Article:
Irate Pro-Choice Staffer Yells, Kicks Pro-Life Students Out of Art Gallery
Pro-life students from California State University, Sacramento claim they were booted from an art gallery on Saturday when a staffer saw their pro-life signs from the Walk for Life earlier that day. An angry staffer chased after the students as they left, yelling at them and making lewd gestures.
Students caught the tail end of the altercation on video.
"Just an FYI, we’re getting kicked out because we’re pro-life," an unidentified female student says in the video, as the students left the gallery.
"Yeah, right, sure, yeah," an angry staffer says, chasing the students. "I am pro-life. I am pro-choice. You are pro-death!"
As the students walk out the door, the female student says, "Okay, God bless you. Have a good one, ma'am!"
One staffer closes the door, and the irate staffer glares through the window, making an obscene gesture. Her co-worker attempts to restrain her, but she breaks through and chases after the students.
"You don't care! You don't care about them unless they're a fetus!" the irate woman yells, wagging her finger at the students. As the students flee the scene, she switches gears saying, "I love you, too."
The students told NBC Bay Area they entered the Dennis Rae Fine Art gallery around 9:15 p.m. Then a woman working at the gallery asked if they were part of the pro-life march and they said yes. She told them to leave.
The gallery's owner, David Schach, apologized to the students. "We respect your rights, we respect your views, and I apologize," he said.
Even so, Schach told NBC Bay Area that the students were not asked to leave due to their political views. "We were just trying to close the doors," he said. "It was late in the evening around 9:15-9:30. I’m sorry this happened to you. We were not trying to force you to leave or be mean to you."
According to Facebook and Google, however, the gallery is open until 10 p.m. West Coast time.
Student Carmen Perez told Students for Life that the group got kicked out of the gallery when a staffer glimpsed a student's "I Am the Pro-Life Generation" sign.
The pro-abortion employee, seen on the video, began berating her and then went to the back of the gallery, approaching other students to ask if they also were anti-abortion, which the students said, lead to a tirade from the employee about how she had gone to Planned Parenthood herself, before kicking all of them out of the gallery — those with signs and those without who acknowledged their pro-life views.
The students released a statement acknowledging the owner's apology but insisting the employees had discriminated against them.
"We were peaceful and we respectfully left even though we were treated disrespectfully. This apology does not acknowledge what happened to us as Profile [sic] advocates from California who were in San Francisco utilizing our constitutional right to free speech," the students said.
They set the record straight, insisting on a few central points: "We did NOT walk into the gallery while employees were closing the gallery. ... We did NOT hesitate to leave when the second employee yelled at us to leave, after she asked us if we were with 'those anti-abortion' supporters."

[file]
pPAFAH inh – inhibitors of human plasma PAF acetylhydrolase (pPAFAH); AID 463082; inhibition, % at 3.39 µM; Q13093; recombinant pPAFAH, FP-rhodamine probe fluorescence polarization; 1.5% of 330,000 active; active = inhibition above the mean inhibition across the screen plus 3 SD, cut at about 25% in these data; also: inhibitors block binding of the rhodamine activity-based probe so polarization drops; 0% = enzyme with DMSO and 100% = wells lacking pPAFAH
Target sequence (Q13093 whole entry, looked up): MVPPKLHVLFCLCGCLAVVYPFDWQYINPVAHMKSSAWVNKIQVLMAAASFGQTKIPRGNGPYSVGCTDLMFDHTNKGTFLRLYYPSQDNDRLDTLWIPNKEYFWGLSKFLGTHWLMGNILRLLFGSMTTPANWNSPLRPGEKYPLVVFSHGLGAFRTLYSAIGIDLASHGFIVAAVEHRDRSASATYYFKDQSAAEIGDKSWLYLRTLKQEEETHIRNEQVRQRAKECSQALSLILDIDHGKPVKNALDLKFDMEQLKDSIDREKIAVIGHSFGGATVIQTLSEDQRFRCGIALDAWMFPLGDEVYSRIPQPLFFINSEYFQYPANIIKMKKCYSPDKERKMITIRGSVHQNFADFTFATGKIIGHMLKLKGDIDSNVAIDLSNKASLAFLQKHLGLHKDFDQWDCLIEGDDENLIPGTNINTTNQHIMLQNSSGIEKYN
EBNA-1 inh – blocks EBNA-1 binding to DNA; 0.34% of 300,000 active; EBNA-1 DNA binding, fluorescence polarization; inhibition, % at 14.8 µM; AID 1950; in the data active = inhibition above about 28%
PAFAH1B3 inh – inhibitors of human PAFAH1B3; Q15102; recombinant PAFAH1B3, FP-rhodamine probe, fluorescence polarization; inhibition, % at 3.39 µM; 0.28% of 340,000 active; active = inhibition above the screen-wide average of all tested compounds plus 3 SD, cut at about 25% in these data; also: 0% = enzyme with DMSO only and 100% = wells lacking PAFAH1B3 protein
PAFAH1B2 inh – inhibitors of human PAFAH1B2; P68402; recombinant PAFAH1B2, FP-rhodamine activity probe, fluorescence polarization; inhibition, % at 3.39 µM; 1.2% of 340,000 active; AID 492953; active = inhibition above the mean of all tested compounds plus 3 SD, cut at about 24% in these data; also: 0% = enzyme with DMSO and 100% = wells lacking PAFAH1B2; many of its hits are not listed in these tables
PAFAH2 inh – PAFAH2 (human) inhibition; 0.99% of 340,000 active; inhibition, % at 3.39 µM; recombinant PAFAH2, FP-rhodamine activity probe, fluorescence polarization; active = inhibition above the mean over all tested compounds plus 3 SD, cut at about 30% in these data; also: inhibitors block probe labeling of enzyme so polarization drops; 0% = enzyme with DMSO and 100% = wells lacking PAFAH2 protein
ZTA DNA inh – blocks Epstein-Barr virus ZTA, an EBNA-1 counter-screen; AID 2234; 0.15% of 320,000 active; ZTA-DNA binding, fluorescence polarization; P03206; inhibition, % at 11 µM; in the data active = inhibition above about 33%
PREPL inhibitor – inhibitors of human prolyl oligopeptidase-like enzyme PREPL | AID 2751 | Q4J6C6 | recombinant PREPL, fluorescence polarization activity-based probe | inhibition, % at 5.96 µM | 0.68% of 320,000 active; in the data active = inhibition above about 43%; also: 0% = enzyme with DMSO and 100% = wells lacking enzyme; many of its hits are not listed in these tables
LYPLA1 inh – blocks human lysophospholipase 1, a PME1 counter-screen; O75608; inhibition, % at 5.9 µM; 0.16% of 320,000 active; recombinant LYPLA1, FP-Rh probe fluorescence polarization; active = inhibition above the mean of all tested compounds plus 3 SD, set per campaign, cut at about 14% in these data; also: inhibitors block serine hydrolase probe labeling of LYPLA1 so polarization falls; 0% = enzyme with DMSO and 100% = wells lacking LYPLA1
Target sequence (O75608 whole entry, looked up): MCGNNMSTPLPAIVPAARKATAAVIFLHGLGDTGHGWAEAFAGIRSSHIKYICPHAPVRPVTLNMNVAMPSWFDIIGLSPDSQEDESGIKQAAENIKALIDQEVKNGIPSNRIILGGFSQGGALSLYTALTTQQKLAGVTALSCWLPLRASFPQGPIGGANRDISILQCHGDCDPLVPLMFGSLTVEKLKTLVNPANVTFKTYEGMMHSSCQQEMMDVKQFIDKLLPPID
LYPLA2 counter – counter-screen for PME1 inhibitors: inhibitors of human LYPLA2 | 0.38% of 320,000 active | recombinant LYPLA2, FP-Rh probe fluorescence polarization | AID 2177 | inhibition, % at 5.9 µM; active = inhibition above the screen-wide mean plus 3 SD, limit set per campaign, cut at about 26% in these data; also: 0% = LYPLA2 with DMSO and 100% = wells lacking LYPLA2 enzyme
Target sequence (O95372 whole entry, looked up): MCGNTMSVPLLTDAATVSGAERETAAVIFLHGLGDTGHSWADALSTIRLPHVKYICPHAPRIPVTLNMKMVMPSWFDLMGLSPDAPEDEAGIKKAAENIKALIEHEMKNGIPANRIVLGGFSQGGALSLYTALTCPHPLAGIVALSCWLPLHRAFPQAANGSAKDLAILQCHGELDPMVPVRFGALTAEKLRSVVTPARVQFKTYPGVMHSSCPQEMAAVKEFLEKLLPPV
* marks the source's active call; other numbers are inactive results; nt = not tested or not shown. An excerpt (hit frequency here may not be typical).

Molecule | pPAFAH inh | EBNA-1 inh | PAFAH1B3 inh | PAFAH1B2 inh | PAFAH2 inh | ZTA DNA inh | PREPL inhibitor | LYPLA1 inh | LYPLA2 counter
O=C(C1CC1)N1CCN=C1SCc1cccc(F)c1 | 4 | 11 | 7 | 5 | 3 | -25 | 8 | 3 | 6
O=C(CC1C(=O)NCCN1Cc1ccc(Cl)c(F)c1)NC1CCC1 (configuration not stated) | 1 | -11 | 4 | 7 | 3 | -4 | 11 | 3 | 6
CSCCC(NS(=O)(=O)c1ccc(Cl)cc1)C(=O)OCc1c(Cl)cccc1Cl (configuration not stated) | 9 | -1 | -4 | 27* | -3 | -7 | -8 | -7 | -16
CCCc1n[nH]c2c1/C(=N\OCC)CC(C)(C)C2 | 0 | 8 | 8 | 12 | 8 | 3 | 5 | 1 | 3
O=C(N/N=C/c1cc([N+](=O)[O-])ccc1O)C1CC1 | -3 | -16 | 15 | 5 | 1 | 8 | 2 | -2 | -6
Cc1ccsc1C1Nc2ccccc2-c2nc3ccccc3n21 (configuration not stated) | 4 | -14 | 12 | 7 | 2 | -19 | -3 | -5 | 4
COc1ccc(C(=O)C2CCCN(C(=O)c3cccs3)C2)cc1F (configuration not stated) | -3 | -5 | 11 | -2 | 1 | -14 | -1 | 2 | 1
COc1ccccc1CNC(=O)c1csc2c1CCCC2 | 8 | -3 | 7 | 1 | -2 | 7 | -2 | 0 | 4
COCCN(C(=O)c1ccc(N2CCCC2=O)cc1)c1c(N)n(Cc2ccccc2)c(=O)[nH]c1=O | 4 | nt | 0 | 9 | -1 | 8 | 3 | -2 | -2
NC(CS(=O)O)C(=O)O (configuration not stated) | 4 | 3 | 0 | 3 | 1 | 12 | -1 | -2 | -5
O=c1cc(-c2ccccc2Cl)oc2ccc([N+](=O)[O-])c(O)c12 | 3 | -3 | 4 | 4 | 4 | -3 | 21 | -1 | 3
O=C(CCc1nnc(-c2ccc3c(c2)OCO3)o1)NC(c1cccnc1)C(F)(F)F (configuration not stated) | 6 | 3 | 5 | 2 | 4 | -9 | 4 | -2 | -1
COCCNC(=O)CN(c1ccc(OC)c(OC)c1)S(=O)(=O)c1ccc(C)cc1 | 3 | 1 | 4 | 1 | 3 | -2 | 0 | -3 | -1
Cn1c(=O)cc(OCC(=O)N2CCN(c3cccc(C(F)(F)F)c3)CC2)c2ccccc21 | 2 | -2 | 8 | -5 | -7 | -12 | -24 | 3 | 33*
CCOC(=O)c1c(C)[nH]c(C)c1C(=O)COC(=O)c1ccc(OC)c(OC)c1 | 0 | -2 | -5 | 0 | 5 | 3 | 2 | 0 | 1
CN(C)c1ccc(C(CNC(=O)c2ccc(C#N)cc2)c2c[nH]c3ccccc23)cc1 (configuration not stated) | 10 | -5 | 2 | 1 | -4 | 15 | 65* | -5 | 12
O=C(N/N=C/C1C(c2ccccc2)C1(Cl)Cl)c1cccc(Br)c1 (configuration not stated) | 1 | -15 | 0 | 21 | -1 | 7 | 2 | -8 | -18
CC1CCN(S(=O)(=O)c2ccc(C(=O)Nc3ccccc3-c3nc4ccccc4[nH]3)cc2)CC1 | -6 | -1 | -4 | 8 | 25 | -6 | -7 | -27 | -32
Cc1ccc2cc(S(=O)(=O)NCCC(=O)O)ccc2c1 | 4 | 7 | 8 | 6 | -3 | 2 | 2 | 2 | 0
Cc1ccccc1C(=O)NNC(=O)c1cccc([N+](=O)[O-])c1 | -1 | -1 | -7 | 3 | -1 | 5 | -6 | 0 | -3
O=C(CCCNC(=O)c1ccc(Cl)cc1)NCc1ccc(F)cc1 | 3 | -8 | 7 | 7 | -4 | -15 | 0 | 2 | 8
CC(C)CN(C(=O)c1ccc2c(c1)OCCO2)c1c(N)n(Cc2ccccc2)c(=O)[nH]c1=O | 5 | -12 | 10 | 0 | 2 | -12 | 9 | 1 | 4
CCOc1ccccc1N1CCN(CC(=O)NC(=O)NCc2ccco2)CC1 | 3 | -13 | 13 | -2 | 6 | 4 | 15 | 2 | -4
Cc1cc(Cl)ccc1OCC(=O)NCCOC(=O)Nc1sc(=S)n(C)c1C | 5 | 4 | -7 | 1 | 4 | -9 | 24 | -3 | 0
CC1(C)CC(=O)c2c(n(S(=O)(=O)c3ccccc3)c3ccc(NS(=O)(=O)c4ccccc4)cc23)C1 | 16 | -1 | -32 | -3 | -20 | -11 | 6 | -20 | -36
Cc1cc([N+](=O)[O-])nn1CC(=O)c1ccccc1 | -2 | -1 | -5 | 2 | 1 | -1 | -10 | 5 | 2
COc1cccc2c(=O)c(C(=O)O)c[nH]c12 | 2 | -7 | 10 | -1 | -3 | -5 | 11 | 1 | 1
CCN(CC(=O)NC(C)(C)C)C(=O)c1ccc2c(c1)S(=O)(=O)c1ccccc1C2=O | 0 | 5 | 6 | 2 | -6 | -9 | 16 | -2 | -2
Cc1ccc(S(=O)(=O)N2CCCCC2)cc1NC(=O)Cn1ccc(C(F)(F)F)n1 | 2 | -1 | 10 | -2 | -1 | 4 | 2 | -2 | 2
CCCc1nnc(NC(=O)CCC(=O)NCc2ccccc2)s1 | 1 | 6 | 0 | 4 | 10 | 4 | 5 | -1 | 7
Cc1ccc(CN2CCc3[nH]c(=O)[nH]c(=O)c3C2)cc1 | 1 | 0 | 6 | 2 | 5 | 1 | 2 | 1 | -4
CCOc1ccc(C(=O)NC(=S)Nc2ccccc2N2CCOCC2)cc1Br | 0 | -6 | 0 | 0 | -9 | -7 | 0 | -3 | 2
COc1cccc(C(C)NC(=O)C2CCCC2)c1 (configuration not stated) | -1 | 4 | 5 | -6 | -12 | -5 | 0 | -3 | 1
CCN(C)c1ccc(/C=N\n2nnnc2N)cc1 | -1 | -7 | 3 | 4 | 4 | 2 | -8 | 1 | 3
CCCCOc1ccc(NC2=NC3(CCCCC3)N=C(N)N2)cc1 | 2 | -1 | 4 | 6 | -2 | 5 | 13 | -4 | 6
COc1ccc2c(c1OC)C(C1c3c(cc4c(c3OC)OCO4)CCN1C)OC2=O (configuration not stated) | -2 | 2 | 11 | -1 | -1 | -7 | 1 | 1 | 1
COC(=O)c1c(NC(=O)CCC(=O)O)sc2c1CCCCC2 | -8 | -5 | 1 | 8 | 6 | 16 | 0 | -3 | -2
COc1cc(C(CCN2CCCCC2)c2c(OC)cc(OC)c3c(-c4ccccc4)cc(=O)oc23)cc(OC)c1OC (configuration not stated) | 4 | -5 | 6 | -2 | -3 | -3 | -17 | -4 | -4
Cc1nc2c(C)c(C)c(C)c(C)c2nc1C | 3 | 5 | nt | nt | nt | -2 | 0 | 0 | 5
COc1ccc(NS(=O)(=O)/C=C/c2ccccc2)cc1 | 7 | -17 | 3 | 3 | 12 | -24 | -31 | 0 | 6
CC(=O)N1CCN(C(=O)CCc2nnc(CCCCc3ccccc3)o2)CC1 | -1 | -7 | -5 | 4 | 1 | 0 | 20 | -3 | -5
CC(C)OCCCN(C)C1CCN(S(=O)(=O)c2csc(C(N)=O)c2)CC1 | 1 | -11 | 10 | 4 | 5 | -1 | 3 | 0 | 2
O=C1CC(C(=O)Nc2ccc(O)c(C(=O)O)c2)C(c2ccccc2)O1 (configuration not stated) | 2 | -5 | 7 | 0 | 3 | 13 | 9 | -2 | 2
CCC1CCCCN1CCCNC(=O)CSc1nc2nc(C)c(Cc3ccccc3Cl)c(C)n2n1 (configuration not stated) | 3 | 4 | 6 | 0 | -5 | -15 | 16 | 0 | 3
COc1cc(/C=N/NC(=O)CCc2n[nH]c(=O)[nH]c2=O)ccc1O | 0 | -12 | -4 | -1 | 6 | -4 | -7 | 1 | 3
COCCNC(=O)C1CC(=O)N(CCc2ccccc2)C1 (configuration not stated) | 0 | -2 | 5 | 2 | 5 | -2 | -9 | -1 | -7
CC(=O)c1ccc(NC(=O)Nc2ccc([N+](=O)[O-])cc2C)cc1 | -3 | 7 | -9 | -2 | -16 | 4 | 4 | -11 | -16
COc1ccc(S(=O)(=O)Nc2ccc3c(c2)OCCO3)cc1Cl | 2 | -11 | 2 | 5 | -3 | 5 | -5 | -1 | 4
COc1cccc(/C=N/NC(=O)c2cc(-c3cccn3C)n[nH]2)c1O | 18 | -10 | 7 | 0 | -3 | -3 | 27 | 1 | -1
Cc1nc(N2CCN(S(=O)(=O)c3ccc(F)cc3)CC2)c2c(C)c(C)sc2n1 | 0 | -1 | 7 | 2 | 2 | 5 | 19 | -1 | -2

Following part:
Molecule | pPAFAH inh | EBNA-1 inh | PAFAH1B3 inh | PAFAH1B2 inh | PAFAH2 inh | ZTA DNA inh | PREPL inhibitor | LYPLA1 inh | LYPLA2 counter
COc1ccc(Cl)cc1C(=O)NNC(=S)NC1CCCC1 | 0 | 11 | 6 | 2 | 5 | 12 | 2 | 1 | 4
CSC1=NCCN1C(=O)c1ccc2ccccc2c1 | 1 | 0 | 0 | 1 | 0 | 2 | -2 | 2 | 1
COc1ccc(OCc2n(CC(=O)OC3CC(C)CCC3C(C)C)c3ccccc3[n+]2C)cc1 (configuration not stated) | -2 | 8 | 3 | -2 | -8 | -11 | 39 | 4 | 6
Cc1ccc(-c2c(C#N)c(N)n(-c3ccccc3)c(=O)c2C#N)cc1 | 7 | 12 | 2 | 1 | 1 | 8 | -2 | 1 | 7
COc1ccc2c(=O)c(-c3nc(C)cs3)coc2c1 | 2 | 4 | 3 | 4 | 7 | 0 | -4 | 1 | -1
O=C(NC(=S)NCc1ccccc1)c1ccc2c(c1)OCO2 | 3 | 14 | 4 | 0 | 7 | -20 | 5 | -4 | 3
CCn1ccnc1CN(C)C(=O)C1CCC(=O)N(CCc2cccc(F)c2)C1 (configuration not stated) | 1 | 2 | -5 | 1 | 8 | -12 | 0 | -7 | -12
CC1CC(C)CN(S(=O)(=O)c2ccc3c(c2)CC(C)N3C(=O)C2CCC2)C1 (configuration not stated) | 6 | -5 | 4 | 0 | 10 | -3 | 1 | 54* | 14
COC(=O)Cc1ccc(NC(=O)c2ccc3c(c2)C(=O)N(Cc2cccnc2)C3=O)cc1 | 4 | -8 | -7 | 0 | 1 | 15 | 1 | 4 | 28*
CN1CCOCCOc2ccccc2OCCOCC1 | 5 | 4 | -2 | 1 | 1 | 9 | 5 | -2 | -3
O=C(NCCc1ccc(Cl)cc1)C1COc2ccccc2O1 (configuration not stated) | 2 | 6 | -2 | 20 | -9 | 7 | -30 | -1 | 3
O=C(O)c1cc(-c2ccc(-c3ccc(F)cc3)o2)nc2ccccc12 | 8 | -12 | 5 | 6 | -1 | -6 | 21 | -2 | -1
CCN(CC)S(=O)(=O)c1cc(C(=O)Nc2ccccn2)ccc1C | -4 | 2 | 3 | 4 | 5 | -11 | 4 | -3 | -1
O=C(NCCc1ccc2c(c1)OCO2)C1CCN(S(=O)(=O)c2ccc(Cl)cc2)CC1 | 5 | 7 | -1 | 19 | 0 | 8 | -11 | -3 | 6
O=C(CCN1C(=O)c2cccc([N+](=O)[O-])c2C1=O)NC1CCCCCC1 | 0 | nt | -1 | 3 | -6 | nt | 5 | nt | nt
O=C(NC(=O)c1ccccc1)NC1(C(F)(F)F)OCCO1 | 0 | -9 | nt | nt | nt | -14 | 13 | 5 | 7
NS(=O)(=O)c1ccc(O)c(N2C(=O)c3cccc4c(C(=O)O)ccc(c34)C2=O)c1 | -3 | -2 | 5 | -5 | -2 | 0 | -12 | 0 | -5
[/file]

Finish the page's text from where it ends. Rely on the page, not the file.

"We did NOT threaten the second employee even though she was yelling at us and flipped us off when we were already outside the gallery," the students wrote. "She then came outside to continue yelling as another employee tried to restrain her." When the irate staffer got free and lunged toward a man in the group, "we were afraid she would assault him."
"Never in our lives as prolife [sic] advocates have we ever experienced such fear, disrespect and hostility for our political and religious beliefs," the students wrote. "We send the owner and the employee love and prayers and hope that this was a one-time event and that such discrimination will never happen again on their business premises. We were taught to give respect and that is what we gave the employees at the gallery."
Kristan Hawkins, president of Students for Life of America, compared this event to the witch hunt against Covington Catholic High School students. "This incident in the Dennis Rae Art Gallery in which students just holding Students for Life signs were verbally attacked and thrown out of business illustrates a broader trend," she argued.
"We are seeing adults use their experience and authority to harass students and suppress their free-speech rights," Hawkins said. "This is what happened when professional activist Nathan Phillips approached high school junior Nick Sandmann from Covington Catholic and now in a San Francisco art gallery after a peaceful Walk for Life."
"Rather than training up the next generation or welcoming them to participate in politics and public conversations, pro-abortion adults now seem to use their power against peaceful students who are voicing their support for mothers and their pre-born infants," Hawkins concluded.
Anger and threats against pro-life activists have arguably increased in recent years. Last year, death threats sent PJ Media's Denise McAllister into hiding after she posted a pro-life tweet. At the first Women's March, one pro-life woman heard others yell at her that they "hope you get raped."
Whether or not this marks a national trend, this event at the Dennis Rae Fine Art gallery should disturb America's conscience. The owner should get to the bottom of the issue with his staffers and make a further statement about the issue. His apology was a good first step, but it seems the students need to hear a more compelling admission of guilt — if not from him, then from the woman who chased them out.
Follow the author of this article on Twitter at @Tyler2ONeil.